With the unlawful charges against her dropped, PINAC correspondent Theresa Richard has filed suit against the police officers that violated her First Amendment right to record and arrested her.
In December of 2013, [**Richard was arrested**](http://photographyisnotacrime.com/2013/12/louisiana-cops-arrest-woman-recording-inside-police-station-seize-camera-evidence/) in a Crowley, Louisiana police station after dropping off a newspaper that detailed her lawsuit against Crowley officers that arrested her under [**highly questionable circumstances**](http://photographyisnotacrime.com/2013/12/louisiana-cops-arrest-woman-recording-inside-police-station-seize-camera-evidence/).
“Let’s do this,” said Lieutenant Scott Fogelman, who yanked Richard’s camera off of her neck and ripped the battery off of her camera. Fogelman arrested Richard for “remaining after being forbidden,” Louisiana’s version of trespassing, a charge which was dropped, likely after the prosecutor saw the egregious video of Fogelman unlawfully arresting Richard. That video is posted below.
Since that arrest, Chief K.P. Gibson posted signs at the department forbidding citizens to record. Carlos Miller flew out there with a PINAC correspondent in June and met with the chief, asking him to remove the signs prohibiting citizens from recording.
But the chief said he needed to ask permission from the state’s attorney general before removing the signs in the lobby.
In November, the state attorney’s general [**ruled in favor**](http://photographyisnotacrime.com/wp-content/uploads/2015/01/pdf&CONTENTDISPOSITION=crowleycams.121614_lawsuit.pdf) of the chief.
> A Louisiana attorney general’s office opinion says Police Chief K.P. Gibson can prohibit audio or video recording at the Crowley police station.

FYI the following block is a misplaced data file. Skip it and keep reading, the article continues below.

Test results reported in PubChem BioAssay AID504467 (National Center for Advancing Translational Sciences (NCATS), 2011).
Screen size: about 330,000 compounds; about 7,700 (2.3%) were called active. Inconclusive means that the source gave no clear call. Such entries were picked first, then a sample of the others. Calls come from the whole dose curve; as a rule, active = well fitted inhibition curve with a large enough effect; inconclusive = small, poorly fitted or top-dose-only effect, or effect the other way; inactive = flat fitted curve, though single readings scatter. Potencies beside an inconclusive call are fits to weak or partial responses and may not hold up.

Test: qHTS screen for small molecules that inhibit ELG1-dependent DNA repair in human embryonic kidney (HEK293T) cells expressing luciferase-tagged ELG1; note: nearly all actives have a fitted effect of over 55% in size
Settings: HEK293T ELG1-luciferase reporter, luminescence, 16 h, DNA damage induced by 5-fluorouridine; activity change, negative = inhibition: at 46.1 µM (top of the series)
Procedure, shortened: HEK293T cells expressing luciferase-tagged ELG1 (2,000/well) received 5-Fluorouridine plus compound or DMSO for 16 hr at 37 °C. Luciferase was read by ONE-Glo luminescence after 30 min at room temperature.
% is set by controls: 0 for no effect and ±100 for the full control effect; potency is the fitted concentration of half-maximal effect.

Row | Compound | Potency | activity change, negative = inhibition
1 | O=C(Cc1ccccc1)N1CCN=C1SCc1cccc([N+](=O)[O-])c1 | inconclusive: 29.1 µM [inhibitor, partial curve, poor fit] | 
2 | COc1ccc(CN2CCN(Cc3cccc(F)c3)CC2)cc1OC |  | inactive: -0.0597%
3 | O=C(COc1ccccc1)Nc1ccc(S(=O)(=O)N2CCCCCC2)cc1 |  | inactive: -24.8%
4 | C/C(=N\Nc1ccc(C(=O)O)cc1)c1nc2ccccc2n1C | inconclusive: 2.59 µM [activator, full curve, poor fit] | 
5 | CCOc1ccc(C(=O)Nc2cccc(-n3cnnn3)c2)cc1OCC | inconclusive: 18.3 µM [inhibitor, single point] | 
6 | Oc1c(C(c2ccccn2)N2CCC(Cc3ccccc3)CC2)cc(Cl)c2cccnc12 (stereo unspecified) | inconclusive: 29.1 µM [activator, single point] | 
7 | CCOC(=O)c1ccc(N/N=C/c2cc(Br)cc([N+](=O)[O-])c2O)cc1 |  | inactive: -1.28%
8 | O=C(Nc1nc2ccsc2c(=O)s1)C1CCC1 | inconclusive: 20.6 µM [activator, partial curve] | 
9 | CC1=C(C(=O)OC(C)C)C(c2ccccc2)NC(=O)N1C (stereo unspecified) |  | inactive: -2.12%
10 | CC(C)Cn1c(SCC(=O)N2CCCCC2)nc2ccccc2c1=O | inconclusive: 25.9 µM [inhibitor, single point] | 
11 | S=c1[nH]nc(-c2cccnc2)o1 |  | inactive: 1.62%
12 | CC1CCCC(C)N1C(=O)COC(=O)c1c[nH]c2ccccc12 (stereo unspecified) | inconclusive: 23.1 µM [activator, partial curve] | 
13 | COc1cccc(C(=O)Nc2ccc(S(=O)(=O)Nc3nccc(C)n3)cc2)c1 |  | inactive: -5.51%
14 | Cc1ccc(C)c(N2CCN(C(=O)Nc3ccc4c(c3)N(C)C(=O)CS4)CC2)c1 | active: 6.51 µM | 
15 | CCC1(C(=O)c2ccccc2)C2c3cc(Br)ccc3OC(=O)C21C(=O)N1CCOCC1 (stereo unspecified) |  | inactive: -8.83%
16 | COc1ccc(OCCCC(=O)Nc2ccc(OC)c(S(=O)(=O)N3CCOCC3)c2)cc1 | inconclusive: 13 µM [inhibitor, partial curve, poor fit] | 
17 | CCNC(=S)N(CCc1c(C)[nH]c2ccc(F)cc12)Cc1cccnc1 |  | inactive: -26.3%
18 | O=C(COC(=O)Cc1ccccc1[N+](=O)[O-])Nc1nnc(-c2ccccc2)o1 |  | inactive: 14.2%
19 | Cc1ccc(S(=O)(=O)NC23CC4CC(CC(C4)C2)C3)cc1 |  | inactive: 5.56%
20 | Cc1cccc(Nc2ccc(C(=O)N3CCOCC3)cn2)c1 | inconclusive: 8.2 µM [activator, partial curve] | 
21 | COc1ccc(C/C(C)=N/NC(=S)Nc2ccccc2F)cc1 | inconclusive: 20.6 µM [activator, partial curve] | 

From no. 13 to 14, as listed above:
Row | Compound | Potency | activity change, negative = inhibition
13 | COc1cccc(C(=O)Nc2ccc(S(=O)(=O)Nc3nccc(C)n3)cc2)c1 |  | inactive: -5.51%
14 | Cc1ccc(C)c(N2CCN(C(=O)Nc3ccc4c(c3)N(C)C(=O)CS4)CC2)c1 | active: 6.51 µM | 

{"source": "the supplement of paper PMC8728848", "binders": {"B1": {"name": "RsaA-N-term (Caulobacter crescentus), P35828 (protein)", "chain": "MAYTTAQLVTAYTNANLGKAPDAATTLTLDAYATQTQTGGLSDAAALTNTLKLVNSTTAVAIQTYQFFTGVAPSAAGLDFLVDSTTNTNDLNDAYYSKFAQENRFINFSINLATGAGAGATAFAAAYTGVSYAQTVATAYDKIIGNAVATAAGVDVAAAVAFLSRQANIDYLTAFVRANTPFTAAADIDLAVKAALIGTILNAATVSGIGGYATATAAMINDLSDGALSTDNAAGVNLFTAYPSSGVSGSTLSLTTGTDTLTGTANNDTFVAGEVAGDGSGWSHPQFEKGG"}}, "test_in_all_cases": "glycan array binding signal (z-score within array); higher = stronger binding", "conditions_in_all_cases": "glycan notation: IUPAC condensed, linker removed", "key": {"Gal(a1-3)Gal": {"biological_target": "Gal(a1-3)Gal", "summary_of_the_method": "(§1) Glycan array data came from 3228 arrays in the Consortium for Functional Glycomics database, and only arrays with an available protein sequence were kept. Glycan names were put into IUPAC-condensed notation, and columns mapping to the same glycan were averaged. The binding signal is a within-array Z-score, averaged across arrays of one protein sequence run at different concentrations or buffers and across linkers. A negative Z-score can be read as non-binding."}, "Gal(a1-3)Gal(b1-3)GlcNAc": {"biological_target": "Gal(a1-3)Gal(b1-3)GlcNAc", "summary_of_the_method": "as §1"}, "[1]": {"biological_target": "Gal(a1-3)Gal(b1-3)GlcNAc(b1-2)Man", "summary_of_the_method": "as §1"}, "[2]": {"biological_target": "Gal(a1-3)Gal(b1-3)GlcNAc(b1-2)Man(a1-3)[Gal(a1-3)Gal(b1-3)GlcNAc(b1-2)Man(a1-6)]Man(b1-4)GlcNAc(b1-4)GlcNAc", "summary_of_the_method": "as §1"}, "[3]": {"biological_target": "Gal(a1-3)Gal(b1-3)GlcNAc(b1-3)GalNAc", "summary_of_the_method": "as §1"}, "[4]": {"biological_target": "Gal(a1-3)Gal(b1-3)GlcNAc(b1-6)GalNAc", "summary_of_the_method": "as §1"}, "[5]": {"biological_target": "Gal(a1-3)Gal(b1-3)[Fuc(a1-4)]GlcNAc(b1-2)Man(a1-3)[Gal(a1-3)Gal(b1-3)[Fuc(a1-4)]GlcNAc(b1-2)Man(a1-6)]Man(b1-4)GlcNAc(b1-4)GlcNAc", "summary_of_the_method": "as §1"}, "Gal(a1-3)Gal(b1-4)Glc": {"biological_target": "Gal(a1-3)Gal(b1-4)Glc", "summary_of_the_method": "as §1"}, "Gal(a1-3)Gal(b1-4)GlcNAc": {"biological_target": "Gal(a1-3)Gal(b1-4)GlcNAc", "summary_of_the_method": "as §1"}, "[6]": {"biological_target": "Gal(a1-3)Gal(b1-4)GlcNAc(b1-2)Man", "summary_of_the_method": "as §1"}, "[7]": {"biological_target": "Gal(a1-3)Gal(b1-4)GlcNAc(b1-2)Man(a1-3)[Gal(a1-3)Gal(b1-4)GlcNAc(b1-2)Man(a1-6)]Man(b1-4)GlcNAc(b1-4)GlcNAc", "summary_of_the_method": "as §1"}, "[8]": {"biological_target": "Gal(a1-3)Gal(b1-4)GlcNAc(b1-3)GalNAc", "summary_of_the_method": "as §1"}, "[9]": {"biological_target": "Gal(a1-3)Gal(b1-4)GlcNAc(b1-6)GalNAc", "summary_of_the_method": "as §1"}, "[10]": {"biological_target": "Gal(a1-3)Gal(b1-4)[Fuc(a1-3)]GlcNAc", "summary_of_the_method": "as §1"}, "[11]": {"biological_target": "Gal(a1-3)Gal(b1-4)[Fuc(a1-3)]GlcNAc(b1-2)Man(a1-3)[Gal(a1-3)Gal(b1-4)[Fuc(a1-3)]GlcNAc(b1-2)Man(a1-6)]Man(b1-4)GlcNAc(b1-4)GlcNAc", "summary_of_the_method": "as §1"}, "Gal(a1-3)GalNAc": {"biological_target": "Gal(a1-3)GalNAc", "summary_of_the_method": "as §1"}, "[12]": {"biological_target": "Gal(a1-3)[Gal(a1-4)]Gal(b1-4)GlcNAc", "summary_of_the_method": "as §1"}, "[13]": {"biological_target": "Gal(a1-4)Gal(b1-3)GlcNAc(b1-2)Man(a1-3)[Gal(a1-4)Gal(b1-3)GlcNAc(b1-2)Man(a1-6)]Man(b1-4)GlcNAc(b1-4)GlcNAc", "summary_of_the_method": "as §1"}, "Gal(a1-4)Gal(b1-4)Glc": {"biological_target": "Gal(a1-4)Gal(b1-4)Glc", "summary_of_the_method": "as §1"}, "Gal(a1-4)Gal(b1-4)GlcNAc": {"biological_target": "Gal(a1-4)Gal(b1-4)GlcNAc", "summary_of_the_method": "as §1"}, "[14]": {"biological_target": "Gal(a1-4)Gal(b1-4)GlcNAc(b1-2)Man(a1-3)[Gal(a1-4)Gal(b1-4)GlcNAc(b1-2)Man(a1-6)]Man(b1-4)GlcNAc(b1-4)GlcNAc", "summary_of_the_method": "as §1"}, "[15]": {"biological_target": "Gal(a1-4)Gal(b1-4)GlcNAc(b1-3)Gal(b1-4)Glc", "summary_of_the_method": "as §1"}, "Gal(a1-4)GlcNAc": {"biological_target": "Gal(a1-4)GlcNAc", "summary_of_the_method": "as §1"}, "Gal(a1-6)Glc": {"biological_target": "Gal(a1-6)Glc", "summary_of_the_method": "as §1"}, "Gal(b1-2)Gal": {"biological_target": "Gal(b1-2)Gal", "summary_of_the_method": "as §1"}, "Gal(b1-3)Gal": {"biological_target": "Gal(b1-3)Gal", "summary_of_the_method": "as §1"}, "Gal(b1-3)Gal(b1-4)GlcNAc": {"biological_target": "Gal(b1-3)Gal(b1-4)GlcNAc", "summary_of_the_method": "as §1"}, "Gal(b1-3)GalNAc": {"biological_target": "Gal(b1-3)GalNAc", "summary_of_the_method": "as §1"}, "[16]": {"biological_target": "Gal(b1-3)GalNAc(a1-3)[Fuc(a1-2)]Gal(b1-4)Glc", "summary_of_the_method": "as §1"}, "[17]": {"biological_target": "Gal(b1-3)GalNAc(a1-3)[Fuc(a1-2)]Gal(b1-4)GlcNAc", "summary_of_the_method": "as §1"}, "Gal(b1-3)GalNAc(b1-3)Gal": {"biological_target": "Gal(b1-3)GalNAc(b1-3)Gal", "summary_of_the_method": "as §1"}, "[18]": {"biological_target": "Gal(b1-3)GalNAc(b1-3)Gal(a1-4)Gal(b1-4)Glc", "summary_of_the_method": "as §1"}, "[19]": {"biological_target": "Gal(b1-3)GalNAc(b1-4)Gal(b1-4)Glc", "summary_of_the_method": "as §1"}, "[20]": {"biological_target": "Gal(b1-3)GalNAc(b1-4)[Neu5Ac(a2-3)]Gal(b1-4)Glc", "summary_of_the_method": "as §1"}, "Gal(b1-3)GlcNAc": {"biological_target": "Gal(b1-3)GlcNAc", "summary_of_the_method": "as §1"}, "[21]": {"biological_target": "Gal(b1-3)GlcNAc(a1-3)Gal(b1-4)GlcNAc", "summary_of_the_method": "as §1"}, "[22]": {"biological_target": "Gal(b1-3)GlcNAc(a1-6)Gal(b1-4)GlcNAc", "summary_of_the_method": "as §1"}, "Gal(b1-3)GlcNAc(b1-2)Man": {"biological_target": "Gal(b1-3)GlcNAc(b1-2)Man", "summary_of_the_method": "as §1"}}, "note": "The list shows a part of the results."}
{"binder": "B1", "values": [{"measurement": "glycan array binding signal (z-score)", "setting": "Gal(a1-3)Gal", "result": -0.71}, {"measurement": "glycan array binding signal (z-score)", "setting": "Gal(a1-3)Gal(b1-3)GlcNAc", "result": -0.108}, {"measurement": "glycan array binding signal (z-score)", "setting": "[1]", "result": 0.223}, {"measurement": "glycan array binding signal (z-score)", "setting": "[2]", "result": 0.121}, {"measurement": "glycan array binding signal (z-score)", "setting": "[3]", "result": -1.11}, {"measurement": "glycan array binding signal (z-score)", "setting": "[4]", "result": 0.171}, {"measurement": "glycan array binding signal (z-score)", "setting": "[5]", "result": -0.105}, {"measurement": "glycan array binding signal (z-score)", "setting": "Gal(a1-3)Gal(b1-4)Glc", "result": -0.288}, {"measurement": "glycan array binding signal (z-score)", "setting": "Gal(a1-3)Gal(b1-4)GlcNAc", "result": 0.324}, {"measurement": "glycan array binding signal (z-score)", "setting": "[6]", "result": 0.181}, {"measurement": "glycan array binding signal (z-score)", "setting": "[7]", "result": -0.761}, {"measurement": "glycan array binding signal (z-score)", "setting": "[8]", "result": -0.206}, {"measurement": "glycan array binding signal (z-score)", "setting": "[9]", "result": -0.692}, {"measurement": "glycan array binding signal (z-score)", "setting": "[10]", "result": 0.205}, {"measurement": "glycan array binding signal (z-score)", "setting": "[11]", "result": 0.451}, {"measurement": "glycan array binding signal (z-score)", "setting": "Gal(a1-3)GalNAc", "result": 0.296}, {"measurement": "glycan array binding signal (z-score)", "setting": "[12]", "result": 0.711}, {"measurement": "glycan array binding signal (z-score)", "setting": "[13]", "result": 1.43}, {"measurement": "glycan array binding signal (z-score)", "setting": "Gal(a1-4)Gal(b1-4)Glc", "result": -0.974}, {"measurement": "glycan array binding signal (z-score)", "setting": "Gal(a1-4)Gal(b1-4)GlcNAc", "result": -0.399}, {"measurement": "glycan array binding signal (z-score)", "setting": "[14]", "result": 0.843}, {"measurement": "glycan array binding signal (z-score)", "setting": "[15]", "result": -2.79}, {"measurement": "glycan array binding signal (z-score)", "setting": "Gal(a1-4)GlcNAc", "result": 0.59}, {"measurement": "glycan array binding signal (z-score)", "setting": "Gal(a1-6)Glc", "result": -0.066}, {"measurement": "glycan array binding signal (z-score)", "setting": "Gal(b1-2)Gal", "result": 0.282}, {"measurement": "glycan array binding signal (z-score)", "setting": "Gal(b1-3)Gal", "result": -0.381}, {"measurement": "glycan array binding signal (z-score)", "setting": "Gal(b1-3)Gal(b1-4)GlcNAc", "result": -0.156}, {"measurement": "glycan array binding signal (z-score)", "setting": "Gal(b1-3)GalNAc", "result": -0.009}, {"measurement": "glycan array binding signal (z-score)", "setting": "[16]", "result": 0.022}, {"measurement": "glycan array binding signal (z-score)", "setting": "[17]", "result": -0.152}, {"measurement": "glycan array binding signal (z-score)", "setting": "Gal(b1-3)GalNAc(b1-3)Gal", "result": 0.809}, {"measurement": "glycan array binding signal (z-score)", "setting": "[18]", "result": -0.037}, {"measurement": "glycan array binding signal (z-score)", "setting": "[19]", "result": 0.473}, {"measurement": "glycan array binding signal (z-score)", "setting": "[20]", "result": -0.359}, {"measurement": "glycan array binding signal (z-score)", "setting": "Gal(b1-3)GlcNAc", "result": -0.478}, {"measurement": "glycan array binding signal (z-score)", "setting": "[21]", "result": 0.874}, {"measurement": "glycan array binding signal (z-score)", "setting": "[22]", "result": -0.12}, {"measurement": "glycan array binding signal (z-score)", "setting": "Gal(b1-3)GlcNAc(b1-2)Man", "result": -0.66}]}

> KATC-TV reports Gibson asked for a ruling after a resident complained about the policy, which bans audio or video recording in the station’s lobby and waiting areas.
> The chief says the policy is designed to protect victims, witnesses and others who might be waiting to speak to an officer. He says the department maintains video surveillance throughout the building.
> While the opinion favors Gibson, it also says the chief should consider whether safety, security or privacy concerns warrant restrictions on the public’s right to gather information on government activities.
As of today, the signs remain at the Crowley Police Department, even though we walked in with cameras last year and met with several high-ranking officers, but they didn’t dare arrest us.
But we did get chased out by the city attorney when we attempted to ask his opinion on the signs.
Richard hopes to get those signs removed as part of her suit.
After dismissal of her previous case, Richard was [**arrested a second time**](http://photographyisnotacrime.com/2014/05/louisiana-police-arrest-pinac-reader-video-recording-public/) by Crowley police when Officer Skeat Thibodeaux ordered Richard to stop recording his interaction with Richard’s friend Farrell Soileau, Jr.
Richard was recording Officer Thibodeaux in a public space when the officer ordered Richard to move behind a car – effectively placing her out of recording range. When Theresa refused to comply, Thibodeaux arrested her and charged her with “Interfering with a Law Enforcement Investigation” and “Public Intimidation.” Those charges were dropped.
Richard is suing both Crowley officers that unlawfully arrested her, as well as the police chief and the city who employed them. Her lawsuit [**can be found here**](http://photographyisnotacrime.com/wp-content/uploads/2015/01/pdf&CONTENTDISPOSITION=crowleycams.121614_lawsuit.pdf).